“We can’t beat this kind of thing. We make a film like that maybe once in a decade. We haven’t got the actors.”
—Frank Capra, upon watching a captured print of the Japanese war film Chocolate and the Soldier
“Watching Fantasia made me suspect that we were going to lose the war. These guys look like trouble, I thought.”
—Ozu Yasujiro after seeing a captured print in Singapore
MEETS: Tuesday & Thursday, 10:00-11:30; Screening: Thursday, 4:00-7:00.
READINGS: The readings for this course are generally split between “core,” “primary documents,” and “recommended” readings. Read both sections carefully; they are equally important. Read the core texts critically, and use the tools they provide to analyze the primary texts.
- Core = texts written by scholars and historians which provide the theoretical and methodological tools for the course.
- Primary documents = primarily 1 to 2 page items written during the war, including top-secret memorandum, letters, proclomations, congressional testimony, comics, telegrams, oral histories, speeches, photographs, and propaganda leaflets.
- * (recommended) = short essays on films being shown in class from the book Japan/America Film Wars; these will help you think about and/or remember the films we see in class.
BOOKS (may be purchased at Shaman Drum Bookstore)
- Dower=Dower, John. War Without Mercy
- J/A=Japan/America Film Wars
- Cook=Cook, Haruko and Theodore Cook. Japan at War: An Oral History
- Doherty=Doherty, Thomas. Projections of War
READER: (may be purchased at Accucopy)
- Participation 10%
- Annotated Oral History 15%
- In-class Midterm 20%
- Yankee Air Force Museum Analysis 20%
- Research Project with In-class Presentation 15%
- Take-home final 20%
Participation: This will be a small class so participation and attendance is extremely important. This may include participation on our class list-serve (you must have email for this course). Tardiness and unexcused absences (including missed screenings) will result in a precipitious drop in grades.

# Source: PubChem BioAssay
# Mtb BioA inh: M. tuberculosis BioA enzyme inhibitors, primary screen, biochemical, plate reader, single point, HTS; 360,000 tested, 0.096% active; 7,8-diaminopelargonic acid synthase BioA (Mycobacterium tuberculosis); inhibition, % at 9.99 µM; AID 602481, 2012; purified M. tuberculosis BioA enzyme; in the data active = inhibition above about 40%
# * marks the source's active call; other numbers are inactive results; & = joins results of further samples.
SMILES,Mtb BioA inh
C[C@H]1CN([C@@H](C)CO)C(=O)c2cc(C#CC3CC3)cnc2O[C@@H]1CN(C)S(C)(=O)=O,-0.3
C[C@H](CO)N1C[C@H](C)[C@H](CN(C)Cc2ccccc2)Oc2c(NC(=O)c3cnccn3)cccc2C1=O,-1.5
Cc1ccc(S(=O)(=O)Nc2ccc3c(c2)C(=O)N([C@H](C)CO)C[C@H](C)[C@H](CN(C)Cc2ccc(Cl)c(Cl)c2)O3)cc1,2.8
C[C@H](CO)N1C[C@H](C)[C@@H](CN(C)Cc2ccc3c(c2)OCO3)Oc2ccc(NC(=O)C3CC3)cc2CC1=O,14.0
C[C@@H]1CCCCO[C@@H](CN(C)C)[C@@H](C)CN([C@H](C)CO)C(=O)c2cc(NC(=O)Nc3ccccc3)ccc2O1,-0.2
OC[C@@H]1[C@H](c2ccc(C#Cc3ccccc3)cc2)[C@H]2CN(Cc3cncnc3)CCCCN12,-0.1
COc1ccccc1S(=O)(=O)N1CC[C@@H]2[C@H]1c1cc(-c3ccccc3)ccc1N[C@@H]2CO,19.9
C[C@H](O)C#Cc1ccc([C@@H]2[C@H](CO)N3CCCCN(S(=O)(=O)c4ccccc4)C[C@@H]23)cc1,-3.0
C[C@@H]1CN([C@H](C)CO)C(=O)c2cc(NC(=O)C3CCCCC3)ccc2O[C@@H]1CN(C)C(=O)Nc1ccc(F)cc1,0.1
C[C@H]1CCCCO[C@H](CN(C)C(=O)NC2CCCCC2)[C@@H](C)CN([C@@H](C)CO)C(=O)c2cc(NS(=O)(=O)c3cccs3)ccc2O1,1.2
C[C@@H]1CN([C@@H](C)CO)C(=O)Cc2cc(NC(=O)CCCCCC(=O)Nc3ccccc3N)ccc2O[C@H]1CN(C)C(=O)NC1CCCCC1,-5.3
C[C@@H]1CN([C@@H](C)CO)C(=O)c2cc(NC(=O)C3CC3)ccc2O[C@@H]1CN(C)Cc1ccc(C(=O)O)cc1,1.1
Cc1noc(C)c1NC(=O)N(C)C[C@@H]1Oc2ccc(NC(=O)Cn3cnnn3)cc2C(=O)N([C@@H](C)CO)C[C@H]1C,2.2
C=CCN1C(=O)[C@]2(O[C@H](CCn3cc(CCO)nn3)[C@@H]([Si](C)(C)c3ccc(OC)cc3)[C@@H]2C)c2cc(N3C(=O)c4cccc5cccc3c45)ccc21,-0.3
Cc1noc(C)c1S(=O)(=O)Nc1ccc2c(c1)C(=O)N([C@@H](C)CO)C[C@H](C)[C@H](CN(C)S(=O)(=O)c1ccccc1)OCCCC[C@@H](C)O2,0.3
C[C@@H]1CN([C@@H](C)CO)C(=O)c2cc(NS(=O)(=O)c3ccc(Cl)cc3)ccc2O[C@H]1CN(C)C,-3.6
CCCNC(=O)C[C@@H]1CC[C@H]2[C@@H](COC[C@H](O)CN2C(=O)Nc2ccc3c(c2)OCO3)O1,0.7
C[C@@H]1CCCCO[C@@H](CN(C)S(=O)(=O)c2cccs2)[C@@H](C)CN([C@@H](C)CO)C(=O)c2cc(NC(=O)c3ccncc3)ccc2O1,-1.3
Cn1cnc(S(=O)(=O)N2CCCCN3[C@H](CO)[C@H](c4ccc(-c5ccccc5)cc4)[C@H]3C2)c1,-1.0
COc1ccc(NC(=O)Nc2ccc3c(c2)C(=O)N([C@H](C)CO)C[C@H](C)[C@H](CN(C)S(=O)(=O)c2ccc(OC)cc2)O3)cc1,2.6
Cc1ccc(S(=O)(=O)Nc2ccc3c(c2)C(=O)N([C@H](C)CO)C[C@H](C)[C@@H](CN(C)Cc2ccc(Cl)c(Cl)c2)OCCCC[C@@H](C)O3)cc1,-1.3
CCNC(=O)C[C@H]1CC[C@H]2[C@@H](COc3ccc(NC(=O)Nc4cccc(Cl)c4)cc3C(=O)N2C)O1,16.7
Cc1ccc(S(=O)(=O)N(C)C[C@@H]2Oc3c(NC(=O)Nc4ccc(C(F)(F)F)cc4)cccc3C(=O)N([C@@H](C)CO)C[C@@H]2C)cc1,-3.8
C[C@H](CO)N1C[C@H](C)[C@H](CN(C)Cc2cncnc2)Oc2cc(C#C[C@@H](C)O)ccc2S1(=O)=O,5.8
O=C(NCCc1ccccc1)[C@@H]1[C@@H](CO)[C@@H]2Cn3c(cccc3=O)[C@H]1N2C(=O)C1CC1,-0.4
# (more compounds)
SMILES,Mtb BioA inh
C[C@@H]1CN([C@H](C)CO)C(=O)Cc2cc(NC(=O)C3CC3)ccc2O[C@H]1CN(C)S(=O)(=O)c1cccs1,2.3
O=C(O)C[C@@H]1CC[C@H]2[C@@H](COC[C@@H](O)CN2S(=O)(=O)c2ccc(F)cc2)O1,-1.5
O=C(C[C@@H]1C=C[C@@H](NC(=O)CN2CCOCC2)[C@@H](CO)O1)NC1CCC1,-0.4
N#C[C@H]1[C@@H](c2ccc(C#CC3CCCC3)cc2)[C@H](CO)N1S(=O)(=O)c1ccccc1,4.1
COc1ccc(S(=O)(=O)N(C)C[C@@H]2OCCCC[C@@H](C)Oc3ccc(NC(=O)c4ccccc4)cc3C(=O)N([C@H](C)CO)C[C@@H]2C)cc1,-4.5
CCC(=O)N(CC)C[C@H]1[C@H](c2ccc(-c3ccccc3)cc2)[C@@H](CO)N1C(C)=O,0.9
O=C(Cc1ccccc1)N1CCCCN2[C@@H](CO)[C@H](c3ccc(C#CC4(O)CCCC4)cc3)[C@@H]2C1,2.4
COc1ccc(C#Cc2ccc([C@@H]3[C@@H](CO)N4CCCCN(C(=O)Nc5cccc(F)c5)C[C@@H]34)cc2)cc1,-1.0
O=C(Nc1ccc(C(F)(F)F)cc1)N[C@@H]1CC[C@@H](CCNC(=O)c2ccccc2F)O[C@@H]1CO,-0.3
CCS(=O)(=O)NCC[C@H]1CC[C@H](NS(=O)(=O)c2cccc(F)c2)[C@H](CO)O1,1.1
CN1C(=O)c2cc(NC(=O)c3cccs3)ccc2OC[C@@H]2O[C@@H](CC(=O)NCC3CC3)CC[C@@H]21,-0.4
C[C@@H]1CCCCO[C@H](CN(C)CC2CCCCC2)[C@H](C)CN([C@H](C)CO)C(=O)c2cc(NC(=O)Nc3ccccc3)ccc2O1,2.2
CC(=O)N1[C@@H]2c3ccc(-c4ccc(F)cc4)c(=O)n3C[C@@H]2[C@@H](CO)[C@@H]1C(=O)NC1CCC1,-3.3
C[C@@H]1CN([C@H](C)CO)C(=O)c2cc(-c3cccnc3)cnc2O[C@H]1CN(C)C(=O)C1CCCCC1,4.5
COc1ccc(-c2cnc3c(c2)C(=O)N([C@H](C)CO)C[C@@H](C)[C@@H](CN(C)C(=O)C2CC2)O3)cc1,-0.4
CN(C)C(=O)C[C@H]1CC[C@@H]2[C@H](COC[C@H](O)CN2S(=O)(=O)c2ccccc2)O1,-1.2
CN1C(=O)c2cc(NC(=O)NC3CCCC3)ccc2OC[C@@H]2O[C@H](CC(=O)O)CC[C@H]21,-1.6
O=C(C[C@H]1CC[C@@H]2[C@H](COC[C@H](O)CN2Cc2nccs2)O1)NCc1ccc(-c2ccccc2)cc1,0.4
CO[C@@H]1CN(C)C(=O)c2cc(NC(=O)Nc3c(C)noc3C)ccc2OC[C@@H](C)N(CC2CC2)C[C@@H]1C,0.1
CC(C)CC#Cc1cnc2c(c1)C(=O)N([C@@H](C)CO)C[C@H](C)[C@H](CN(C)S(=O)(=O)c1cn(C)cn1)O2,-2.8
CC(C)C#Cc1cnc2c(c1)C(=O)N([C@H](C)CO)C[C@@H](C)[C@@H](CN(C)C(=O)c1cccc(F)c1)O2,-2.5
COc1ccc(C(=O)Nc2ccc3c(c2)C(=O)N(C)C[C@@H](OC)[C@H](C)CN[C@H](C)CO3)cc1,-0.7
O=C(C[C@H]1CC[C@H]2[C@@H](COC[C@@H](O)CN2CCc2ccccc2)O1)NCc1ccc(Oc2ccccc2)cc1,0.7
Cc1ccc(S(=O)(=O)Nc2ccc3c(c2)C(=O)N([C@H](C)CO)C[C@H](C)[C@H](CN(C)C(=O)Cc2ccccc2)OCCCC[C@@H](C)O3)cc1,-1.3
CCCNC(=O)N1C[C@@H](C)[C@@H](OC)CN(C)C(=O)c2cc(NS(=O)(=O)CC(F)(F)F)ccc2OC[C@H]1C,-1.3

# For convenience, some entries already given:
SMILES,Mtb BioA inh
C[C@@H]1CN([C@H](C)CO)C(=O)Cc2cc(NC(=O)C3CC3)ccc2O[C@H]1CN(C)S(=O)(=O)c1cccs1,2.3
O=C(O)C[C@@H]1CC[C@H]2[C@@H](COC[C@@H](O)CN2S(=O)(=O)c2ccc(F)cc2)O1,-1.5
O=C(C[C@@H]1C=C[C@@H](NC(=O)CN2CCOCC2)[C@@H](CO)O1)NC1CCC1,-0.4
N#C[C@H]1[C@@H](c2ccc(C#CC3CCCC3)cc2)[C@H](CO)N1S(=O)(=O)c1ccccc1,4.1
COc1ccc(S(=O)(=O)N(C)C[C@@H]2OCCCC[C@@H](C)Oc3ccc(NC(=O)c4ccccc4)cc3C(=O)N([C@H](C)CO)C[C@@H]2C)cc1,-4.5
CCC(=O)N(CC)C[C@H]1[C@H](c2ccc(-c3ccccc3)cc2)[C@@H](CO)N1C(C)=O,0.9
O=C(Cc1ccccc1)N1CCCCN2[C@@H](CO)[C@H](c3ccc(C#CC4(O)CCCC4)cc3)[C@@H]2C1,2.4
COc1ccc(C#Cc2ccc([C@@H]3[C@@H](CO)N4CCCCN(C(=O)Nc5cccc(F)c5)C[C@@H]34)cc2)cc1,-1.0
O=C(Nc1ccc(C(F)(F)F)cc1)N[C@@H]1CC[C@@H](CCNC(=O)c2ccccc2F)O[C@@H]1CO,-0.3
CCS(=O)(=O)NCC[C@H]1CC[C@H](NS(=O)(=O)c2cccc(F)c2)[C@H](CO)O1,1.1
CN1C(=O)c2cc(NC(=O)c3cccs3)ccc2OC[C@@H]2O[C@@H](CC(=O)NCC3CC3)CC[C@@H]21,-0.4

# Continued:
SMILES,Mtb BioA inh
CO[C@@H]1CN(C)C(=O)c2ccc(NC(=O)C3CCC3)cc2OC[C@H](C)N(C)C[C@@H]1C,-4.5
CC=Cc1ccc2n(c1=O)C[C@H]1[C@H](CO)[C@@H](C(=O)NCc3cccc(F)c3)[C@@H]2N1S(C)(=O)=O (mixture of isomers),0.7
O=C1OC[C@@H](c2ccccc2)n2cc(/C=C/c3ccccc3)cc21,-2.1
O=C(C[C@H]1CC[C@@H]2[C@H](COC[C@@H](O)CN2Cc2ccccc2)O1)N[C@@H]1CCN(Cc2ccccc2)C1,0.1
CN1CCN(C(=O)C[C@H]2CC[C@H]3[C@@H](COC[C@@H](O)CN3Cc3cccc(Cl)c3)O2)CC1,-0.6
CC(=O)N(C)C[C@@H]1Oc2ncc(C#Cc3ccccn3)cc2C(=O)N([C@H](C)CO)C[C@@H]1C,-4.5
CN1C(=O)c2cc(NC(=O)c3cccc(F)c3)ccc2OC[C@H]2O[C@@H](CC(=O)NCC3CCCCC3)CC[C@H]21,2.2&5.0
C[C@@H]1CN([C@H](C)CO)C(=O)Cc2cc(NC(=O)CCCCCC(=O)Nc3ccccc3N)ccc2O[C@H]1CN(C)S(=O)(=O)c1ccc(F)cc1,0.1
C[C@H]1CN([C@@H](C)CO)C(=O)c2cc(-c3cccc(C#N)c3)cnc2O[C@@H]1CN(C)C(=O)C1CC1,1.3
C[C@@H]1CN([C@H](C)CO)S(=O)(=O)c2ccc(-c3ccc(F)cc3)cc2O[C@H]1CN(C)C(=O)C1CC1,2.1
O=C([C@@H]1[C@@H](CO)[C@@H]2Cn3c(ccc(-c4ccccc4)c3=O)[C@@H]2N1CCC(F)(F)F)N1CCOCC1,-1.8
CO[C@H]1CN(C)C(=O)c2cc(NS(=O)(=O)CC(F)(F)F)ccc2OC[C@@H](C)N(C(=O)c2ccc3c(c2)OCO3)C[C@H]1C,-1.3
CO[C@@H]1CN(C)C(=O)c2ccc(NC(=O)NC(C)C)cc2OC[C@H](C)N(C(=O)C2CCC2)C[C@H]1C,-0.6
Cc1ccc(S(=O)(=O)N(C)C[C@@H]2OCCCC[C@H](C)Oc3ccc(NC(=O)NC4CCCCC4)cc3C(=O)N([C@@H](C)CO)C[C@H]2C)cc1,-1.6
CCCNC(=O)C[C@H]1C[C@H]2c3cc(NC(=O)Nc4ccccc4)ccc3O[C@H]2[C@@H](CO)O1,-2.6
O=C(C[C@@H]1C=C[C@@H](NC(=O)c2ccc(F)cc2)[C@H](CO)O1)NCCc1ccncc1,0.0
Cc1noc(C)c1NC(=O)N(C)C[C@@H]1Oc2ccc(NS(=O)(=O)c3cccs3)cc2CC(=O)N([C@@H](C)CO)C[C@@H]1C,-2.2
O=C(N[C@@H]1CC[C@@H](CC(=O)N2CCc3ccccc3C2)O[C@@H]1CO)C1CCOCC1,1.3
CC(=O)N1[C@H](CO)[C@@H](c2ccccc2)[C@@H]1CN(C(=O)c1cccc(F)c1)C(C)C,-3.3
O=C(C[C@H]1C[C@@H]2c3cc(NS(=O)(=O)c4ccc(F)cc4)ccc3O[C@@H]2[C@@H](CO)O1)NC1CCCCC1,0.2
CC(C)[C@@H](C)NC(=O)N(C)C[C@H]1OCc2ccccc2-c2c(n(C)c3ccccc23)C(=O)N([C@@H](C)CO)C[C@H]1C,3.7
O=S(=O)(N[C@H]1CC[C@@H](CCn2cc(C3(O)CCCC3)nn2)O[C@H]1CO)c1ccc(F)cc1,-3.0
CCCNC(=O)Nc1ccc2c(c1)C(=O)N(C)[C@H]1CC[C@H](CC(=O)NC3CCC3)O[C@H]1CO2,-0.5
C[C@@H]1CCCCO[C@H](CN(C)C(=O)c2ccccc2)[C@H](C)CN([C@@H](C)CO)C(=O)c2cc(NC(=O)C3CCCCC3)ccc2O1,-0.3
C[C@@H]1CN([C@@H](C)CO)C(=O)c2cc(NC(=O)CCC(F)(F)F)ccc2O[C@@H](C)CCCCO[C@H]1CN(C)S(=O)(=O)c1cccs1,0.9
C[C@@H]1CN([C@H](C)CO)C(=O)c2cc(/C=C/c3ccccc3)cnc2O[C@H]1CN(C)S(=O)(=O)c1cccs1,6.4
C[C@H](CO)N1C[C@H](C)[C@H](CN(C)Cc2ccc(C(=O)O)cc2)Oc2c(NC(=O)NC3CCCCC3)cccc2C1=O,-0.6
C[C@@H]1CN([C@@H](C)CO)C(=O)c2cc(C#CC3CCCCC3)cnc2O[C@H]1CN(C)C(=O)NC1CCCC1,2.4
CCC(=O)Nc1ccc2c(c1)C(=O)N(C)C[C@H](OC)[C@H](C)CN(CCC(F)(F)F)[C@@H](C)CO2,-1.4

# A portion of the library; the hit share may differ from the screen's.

Annotated Oral History: You will experience first-hand one of the most important forms of history “writing”: the oral history. This must be edited and annotated, and may form part of the research project. Oral histories from previous courses may be found on our website.
Yankee Air Force Museum Analysis: Ypsilanti is home to one of the more fascinating monuments to WWII culture; we will take a field trip to the museum as a class. Using analytical models from class, you will write an essay about the organization of history in space at the Yankee Air Force Museum. Those unable to make the class trip must visit on their own.
Research Project with In-class Presentation: This may be any kind of historical writing, in the broadest sense. Since it is designed to demonstrate a critical approach to American war culture, you are not restricted to WWII, but I prefer that you avoid earlier periods and nations outside of Asia and North America. Projects may be individual or group, and could include WWW sites, elaborations of oral history, exhibits, video tapes or films, photography and other visual media, aural art, performances, fictional or non-fictio nal writing, etc. Draw on your strengths.
Jan 7: What Was/Is WWII?
Read: Telegram, Vice Admiral Randall Jacobs, Chief of Naval Personnel to Patrick Francis King (3 Jan. 1945); Letter, James Forrestal, Secretary of the Navy to Patrick Francis King (22 Jan. 1945).
Songs: “Kiss the Boys Goodbye” (Mary Martin), “You Can’t Say No to a Soldier” (Swing & Sway with Sammy Kaye, vocal by Nancy Norman).
Films: Prelude to War: Why We Fight, (1944, 65 min.), Greater East-Asia News #1 (1941, 4 min.), December 7th (Gregg Toland and John Ford, 1943, 34 min. version); Momotaro’s Sea Eagle (1943, 33 min. fragment).
Jan 12: Remember December 7th/8th
Read: Core: George Lipsitz, Time Passages; Dower (94-117, 293-317). Primary:Congressional testimony of Darryl F. Zanuck on “Propaganda in Motion Pictures (Sept. 1941); “Hollywood to the Wars” (Time Magazine, 22 Dec. 1941); “Speaking of Pictures,” Life (22 Dec. 1941). *: Yamane Sadao, “Greater East-Asia News #1” (J/A); Abe’ Mark Nornes, “December 7th” (J/A); Komatsuzawa Hajime, “Momotaro’s Sea Eagle” (J/A), Abe’ Mark Nornes, “Battle of China” (J/A).
Jan 14: Prehistory of War Propaganda
Read: Core: Doherty (16-35). Primary: Upton Sinclair, “The Movies and Political Propaganda,” in The Movies on Trial (1936); Memo by Eric Knight defining propaganda (1942).
Songs: “Day by Day” (Doris Day), “Blue Moon” (Jo Stafford with her V Disc Boys), “I Left My Heart at the Stagedoor Canteen (Swing & Sway With Sammy Kaye).